Thursday, May 31, 2007

The Promises of Local Control (Part 2 of a Series)

To read Part 1 of this series, click here.

Before we get into the nuts and bolts of how agricultural zoning should be implemented in Iowa, we need to talk some more about the reasons why it needs to be implemented.

First, I think we need to come to terms with the fact that local control of agricultural zoning is not going to solve all of the world's problems.

California is the top producer of agricultural products in the United States. That state has county-level control of agricultural zoning, and it continues to lead the nation in many aspects of agriculture. But California still has problems.

Despite California's county-by-county local control of agricultural zoning, significant problems exist in its ag economy. According to a report from the International Society for Ecology and Culture, California agriculture is dominated by large corporate agribusinesses. To quote a portion of the report, "in California today, large agribusinesses dominate every sector of the food economy. Vertical and horizontal integration, as well as strategic alliances among input suppliers, large-scale producers, food processors, manufacturers, wholesalers, and retailers, have created corporate oligarchies with immense and growing power. Today, just 1 percent of California producers supplies 38 percent of the state’s total agricultural production; just three companies control 57 percent of the huge food retail market in California. Similarly high levels of consolidation are now found throughout California’s food system."

Clearly, it won't solve everything. Nonetheless, Iowa needs to institute agricultural zoning.

As we move forward, we need to focus on the purpose of zoning. We need agricultural land-use planning at the county level in Iowa to determine precisely which areas of each county should be set aside and separated from full-scale, modern livestock production. There is a right place and a wrong place for livestock in every county in Iowa, as long as we have strong, statewide environmental protection standards.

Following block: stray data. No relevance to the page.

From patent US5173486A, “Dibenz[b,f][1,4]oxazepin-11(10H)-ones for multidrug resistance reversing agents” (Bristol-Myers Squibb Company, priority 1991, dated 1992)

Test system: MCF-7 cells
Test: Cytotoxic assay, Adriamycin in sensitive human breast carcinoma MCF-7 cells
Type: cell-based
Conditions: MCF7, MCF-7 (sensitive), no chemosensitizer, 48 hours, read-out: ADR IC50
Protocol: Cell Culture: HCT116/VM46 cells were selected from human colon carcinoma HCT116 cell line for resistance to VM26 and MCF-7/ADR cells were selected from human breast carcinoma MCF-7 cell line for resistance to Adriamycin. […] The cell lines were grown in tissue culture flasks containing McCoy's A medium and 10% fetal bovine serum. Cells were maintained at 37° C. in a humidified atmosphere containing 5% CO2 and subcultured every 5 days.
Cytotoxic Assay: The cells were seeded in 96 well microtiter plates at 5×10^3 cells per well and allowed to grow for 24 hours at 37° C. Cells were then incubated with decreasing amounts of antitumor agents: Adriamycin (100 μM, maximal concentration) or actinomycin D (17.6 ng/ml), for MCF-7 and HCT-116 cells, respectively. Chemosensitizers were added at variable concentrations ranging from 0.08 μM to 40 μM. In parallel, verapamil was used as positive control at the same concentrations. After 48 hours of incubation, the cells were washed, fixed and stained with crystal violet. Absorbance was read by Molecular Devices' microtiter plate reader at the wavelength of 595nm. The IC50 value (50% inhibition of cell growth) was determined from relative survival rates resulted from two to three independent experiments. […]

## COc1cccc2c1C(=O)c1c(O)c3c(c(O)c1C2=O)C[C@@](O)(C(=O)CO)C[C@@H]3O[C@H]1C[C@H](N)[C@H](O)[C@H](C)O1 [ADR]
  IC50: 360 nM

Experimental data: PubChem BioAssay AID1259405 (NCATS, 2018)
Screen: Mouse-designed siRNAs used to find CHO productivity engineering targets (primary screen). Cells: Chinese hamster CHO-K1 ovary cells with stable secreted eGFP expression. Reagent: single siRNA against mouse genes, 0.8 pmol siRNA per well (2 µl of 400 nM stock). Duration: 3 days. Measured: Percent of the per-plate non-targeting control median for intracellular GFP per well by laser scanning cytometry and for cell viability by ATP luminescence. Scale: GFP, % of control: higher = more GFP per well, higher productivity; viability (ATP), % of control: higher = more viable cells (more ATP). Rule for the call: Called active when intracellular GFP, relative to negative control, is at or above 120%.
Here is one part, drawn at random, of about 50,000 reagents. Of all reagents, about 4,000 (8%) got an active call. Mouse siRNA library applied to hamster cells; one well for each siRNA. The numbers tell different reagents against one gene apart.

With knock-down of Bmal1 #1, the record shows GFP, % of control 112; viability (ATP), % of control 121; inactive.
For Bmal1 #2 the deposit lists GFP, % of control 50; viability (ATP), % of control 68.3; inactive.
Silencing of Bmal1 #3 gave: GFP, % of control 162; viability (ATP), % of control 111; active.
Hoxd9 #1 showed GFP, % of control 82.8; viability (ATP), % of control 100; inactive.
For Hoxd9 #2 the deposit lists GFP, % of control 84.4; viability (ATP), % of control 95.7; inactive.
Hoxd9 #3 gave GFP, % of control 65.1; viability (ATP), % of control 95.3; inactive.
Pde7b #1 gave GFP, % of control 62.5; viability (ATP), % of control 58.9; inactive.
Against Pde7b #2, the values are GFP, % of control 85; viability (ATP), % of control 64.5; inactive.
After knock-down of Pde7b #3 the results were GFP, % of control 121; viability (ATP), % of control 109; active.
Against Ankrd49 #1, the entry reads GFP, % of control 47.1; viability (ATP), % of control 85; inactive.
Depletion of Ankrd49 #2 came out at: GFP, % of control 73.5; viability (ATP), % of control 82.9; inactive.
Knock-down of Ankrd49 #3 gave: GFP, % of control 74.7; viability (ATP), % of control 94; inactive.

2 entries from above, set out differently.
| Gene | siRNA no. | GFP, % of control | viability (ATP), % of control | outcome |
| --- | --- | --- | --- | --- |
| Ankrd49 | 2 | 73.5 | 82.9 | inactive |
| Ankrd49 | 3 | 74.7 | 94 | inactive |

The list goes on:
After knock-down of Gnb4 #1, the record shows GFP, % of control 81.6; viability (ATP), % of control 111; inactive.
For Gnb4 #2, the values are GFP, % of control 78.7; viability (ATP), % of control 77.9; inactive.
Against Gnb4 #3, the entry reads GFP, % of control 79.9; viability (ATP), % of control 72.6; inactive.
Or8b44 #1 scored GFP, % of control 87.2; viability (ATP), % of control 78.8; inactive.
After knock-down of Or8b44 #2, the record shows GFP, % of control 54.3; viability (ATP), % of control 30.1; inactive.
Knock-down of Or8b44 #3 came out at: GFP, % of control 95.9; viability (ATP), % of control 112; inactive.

That's how industrial development has been done in Iowa for decades, and it works. The line between agriculture and industry has become increasingly gray in recent years, and we ought to start treating them in a similar fashion.

If state legislators move forward with this as their guiding principle -- that the main purpose of zoning is to keep incompatible land uses separated -- I think Iowans will be happy with the results. When it's done correctly, zoning solves problems. But if we screw it up, we could bring a whole host of new problems upon ourselves -- like costly lawsuits that Iowa's counties simply cannot afford.

Iowa legislators need to have a public debate on how land-use planning can help farmers operate more harmoniously with their neighbors. We need to hear more discussion about how zoning can help save Iowa's valuable farmland from urban sprawl. And let's all think about Iowa's crucial role in the production of renewable fuels and what that industry might bring to rural Iowa in the coming years.

We also need to hear more debate about how county-level agricultural zoning fits into efforts to protect the environment. This is where there seems to be the most significant disagreement.